To finish this up, at the heart of it is great storytelling. I’ve been reading some Chuck Wendig, especially his latest, Damn Fine Story. Wendig writes about how lots of so-called rules of writing can be broken, if at the heart of things you have a great story – in fact they can be broken to aid in the telling of the story (but for damn sure, know the rules you’re breaking).


The first few chapters of Bad Chili revolve around Hap getting treatment for his possibly rabid squirrel bite. I know some editors and agents would say that the conflict has to be there right on the first page, and don’t fuck around getting there. Lansdale eventually gets there (the novel is not about rabid squirrels—but for three of four chapters it is). Because he has created such great characters, you don’t feel one ounce of impatience in the doling out of the story… or I sure didn’t. And it is a damn good story.


I’ve learned a lot from writers like Lansdale, Stephen King, James Crumley, James Lee Burke, and Neil Gaiman. There are other writers that I love just as much, but for different reasons. Richard Ford and Don DeLillo for the beauty of language—same goes for Raymond Carver, Alice Munro and Jennifer Egan. The publishing industry likes to separate literary from genre writers. But when I look at this tossed together list, though the styles are quite different, at the centre of each beats the heart of a great storyteller.

Hey, feel free to comment on your favourite storyteller.
Or your favourite rabid squirrel. Your choice.


 

Monday
Jun252018

OK, let’s talk about this knight errant thing

In thinking about a follow-up to my “why I write this stuff”, I kept circling back to the idea of the knight errant.

I’d certainly heard the term, maybe even as a kid when I was geeking out on all things Arthurian – as in Mary Stewart’s the Crystal Cave, which served as kind of a touchstone when I finally was old enough to understand (and laugh my ass off at) Monty Python’s Holy Grail. So I figured this knight errant thing had something to do with that, though it always seemed like a weird term – shouldn’t it be the other way? Errant Knight? And how did Don Quixote fit into all this? And Batman?!! Wait, I’m confused.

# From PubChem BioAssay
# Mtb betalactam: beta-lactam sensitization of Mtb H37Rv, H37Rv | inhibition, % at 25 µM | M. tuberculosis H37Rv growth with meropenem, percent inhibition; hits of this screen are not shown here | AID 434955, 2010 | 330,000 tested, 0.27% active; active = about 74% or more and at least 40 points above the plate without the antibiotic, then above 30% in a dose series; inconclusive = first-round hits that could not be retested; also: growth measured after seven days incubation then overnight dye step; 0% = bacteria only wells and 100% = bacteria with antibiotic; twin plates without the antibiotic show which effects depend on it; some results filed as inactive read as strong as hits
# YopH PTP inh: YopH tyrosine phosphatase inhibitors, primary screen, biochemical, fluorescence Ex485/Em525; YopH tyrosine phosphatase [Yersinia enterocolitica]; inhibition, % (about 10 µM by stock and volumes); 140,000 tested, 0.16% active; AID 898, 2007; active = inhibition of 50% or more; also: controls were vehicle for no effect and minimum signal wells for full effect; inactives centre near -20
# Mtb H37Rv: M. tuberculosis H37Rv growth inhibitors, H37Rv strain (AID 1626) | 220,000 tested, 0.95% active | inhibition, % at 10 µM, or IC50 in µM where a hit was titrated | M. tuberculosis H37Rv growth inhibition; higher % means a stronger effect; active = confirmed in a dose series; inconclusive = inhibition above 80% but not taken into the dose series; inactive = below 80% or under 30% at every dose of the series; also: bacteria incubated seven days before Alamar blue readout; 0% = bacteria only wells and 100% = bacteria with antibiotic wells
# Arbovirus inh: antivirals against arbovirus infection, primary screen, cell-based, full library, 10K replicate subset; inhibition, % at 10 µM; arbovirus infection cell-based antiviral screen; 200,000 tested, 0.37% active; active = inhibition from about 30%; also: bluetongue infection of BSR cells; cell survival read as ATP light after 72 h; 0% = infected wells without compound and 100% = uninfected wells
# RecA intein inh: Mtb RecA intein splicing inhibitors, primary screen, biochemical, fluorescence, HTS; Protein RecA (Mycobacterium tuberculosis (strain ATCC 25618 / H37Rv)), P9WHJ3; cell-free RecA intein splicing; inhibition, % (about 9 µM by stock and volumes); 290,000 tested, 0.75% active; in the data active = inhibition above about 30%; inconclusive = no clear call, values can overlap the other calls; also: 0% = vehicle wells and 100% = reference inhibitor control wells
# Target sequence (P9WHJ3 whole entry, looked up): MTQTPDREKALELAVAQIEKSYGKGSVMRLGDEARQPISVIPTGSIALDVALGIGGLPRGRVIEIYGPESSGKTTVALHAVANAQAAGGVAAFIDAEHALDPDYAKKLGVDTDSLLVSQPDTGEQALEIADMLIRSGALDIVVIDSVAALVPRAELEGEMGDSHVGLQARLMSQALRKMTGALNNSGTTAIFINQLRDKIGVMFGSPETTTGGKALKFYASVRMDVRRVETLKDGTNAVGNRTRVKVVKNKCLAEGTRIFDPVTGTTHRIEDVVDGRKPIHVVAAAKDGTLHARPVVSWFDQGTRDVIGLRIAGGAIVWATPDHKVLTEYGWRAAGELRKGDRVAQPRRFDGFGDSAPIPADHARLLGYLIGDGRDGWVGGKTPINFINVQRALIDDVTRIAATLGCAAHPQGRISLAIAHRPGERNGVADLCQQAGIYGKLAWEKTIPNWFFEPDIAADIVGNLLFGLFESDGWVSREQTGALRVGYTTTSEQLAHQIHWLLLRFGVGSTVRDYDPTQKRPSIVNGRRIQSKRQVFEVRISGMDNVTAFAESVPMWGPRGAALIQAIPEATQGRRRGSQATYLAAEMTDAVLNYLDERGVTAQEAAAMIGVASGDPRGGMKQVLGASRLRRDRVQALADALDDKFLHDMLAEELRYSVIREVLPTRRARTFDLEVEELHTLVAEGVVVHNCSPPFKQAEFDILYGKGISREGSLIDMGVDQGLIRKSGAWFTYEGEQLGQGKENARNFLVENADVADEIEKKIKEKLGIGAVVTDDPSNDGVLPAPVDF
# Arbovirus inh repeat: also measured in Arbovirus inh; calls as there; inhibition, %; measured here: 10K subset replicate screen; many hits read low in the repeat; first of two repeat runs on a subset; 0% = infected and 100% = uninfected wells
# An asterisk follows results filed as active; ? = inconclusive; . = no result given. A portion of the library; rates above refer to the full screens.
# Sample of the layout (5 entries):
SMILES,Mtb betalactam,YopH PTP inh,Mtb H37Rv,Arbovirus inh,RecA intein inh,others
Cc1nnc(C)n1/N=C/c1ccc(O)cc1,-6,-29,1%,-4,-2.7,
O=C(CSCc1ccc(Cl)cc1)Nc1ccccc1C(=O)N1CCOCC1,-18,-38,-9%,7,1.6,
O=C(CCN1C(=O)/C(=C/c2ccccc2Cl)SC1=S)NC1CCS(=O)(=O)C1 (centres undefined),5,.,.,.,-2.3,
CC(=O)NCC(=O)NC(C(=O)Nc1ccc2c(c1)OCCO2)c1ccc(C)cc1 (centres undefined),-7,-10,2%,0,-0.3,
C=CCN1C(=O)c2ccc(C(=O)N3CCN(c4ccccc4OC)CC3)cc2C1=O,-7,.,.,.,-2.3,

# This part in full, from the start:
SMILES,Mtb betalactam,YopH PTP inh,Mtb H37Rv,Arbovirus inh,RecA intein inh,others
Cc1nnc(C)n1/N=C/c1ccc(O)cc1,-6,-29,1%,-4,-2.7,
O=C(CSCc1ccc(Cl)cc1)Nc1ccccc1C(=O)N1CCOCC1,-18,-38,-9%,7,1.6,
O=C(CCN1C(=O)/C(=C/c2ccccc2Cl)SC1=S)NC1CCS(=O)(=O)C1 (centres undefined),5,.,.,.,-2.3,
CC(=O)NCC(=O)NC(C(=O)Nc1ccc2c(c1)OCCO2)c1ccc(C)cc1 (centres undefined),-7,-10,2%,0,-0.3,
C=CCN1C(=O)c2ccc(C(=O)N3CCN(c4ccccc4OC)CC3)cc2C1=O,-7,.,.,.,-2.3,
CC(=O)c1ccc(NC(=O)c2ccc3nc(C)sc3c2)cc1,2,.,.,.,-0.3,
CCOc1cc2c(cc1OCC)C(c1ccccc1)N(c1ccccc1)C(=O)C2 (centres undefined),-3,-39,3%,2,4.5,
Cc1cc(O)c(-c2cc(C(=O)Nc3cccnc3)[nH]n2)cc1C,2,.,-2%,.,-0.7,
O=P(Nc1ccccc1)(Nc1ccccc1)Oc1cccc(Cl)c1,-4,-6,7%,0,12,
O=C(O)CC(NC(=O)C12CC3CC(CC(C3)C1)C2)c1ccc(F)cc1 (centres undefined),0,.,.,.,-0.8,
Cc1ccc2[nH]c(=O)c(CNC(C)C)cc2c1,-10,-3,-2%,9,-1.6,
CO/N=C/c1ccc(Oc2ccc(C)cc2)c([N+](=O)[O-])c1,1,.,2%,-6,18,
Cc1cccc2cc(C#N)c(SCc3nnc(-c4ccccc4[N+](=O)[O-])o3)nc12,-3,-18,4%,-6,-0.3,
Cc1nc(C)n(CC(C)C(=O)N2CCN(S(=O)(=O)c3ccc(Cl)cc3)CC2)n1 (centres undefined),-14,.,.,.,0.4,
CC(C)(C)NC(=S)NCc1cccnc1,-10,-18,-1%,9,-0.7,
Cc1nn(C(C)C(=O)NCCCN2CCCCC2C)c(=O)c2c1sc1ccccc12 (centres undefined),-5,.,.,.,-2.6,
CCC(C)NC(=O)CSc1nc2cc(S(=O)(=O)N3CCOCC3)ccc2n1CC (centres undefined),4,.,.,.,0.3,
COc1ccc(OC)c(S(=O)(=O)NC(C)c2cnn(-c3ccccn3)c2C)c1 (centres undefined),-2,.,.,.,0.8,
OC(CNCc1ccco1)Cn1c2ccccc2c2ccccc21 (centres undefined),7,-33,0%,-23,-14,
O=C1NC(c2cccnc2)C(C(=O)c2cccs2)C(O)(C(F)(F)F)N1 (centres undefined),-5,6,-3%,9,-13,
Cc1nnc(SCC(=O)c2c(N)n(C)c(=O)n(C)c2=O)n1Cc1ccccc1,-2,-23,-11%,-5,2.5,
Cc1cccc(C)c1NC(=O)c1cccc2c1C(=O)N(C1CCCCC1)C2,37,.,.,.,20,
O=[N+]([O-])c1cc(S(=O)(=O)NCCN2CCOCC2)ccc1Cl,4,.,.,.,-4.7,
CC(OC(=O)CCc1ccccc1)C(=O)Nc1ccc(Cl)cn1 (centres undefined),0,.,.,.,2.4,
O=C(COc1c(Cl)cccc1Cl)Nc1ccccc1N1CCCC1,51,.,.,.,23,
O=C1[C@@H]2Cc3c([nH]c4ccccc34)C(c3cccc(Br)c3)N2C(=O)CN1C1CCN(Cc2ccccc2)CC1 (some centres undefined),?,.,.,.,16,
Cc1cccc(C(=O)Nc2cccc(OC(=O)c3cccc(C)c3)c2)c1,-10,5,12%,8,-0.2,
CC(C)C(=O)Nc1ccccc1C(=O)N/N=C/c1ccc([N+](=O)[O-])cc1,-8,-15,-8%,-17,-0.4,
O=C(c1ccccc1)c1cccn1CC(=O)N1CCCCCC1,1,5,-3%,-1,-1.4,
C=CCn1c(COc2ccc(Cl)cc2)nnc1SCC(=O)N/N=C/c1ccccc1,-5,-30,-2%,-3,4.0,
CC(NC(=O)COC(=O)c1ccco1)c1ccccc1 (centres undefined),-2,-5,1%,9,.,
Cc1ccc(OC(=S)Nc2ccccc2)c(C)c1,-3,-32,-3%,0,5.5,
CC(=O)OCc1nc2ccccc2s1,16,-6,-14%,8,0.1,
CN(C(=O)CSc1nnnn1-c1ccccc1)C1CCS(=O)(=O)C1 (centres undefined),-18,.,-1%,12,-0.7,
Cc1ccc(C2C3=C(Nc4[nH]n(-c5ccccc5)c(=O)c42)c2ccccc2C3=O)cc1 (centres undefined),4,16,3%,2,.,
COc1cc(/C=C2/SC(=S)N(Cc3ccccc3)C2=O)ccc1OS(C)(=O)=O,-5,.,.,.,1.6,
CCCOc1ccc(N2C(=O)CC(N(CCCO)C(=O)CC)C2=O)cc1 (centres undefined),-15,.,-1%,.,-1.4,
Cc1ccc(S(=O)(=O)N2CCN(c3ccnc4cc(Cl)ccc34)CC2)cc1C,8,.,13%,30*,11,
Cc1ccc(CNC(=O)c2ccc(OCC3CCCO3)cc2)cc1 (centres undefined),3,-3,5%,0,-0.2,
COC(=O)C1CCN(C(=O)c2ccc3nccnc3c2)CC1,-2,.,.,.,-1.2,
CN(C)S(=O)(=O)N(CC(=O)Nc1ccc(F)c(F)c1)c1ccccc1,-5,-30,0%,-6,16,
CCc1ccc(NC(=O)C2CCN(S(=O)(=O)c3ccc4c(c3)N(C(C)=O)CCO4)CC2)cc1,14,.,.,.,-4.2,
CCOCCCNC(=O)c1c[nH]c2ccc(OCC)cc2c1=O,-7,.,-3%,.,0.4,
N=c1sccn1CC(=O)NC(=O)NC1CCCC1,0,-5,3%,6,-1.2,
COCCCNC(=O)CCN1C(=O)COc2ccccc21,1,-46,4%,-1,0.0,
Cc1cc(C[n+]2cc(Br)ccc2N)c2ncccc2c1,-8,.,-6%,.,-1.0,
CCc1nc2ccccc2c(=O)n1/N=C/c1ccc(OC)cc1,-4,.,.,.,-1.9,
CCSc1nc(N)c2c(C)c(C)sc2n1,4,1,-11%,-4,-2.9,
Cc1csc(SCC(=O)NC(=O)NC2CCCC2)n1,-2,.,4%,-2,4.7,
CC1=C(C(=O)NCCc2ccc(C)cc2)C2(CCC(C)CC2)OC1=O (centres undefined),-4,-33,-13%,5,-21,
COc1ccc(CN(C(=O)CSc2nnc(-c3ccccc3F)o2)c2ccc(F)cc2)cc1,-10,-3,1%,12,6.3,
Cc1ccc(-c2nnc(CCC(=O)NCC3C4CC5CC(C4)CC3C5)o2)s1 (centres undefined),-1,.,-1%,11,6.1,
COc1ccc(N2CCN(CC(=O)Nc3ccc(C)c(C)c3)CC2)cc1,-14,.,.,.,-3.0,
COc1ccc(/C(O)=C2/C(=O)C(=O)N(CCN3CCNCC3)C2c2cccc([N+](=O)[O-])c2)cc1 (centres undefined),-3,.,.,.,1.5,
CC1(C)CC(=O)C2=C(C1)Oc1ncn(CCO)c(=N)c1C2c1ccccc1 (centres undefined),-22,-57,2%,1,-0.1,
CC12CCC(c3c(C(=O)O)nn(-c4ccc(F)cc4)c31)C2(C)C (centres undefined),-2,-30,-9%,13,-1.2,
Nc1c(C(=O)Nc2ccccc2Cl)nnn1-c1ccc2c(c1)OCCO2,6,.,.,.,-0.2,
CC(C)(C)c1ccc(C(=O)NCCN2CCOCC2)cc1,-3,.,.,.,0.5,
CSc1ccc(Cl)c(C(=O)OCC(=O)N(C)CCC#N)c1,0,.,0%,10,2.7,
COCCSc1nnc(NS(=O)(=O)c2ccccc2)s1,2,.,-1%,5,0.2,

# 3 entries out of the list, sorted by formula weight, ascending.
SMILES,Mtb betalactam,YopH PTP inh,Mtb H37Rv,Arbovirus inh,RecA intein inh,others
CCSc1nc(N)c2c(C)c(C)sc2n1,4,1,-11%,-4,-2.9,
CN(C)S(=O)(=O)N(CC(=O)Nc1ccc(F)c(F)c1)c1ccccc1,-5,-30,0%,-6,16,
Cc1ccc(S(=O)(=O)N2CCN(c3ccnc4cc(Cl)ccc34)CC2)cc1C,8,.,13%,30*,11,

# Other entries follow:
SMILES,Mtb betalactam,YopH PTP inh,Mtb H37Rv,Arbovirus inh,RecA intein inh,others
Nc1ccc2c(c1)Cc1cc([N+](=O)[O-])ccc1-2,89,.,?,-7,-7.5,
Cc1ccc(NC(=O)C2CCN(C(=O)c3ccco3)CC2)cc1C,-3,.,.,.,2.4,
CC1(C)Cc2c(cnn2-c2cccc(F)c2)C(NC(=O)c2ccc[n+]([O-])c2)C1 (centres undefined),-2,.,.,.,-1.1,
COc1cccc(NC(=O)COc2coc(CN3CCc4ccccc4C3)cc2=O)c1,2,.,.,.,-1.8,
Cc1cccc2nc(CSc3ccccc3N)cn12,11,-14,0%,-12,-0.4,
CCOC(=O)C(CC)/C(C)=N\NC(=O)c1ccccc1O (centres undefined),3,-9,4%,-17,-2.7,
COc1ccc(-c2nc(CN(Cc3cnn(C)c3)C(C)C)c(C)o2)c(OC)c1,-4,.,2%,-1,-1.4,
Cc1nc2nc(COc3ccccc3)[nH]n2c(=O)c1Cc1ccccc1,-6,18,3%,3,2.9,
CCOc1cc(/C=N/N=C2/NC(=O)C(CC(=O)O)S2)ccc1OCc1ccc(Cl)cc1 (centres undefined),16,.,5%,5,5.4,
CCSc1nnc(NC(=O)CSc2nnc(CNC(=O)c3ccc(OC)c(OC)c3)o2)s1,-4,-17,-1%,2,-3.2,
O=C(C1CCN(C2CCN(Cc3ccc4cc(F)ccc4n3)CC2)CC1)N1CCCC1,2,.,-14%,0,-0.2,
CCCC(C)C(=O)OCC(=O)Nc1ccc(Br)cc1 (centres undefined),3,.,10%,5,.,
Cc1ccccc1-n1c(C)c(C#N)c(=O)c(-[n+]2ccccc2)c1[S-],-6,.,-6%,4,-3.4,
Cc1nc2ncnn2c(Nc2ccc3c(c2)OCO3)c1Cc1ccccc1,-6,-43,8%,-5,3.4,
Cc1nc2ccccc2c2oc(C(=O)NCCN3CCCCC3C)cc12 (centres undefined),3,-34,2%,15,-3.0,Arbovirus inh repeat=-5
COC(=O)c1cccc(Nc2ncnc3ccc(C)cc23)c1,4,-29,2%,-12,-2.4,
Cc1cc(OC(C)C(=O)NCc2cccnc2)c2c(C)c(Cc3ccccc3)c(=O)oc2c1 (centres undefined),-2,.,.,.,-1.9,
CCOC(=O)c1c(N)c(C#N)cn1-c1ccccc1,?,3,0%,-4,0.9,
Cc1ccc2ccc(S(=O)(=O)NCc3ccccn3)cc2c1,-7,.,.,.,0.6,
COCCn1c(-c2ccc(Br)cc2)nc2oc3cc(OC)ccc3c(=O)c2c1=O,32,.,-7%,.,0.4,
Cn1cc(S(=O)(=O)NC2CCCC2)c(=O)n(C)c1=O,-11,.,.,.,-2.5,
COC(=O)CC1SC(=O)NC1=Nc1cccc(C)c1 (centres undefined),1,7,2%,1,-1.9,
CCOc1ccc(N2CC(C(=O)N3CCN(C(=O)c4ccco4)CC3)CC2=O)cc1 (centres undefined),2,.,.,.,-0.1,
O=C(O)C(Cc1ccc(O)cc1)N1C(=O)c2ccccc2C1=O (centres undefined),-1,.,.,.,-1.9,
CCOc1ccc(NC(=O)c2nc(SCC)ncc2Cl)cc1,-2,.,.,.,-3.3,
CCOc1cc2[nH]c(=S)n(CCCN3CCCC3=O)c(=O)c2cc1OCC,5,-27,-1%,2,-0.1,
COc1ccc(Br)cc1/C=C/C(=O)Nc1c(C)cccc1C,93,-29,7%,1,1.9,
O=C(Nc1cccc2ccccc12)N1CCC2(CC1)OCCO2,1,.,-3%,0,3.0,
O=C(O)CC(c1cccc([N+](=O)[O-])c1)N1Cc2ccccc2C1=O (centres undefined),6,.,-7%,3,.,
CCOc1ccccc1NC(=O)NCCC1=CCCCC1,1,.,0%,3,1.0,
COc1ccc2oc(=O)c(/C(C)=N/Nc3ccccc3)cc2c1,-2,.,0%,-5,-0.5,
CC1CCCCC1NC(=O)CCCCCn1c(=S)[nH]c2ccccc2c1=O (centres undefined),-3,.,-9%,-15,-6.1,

Chill. All we become clear... enough.

So the term translates as: “a medieval knight wandering in search of chivalrous adventures.” Simple enough, Arthur and his pals, doing good deeds, slaying dragons, saving damsels, eating whole turkey legs and drinking a lot of mead. Oh, and patrolling the streets of Gotham to search for, and beat the hell-crap out of any hoods and ne'er-do-wells. I for one wish for the word ne'er-do-well to return. 

 


Anyway – how did we get from Lancelot to Batman? And what about Quixote again? (Ok, ok, I’ll return to him.)

The answer for me lies in the reason I write this stuff.

Bad shit goes down in our broken world all the time. Some writers have taken this bad shit, and made epic tales of good staring down evil – and this often goes down in a whole different world (think Tolkien and Lord of the Rings), or a very similar world (think of Stephen King’s, The Stand). A question, to stay with those 2 books for a second, is who stands up to the evil? Well, Frodo, Sam, and quite a few others in LOTR, and maybe Tom, Nick and Stu Redman in the Stand. I use these not as examples of knight errants, but more as showing those people that stand (get it?) in the way of evil, and say, uh-uh, not today mo-fo!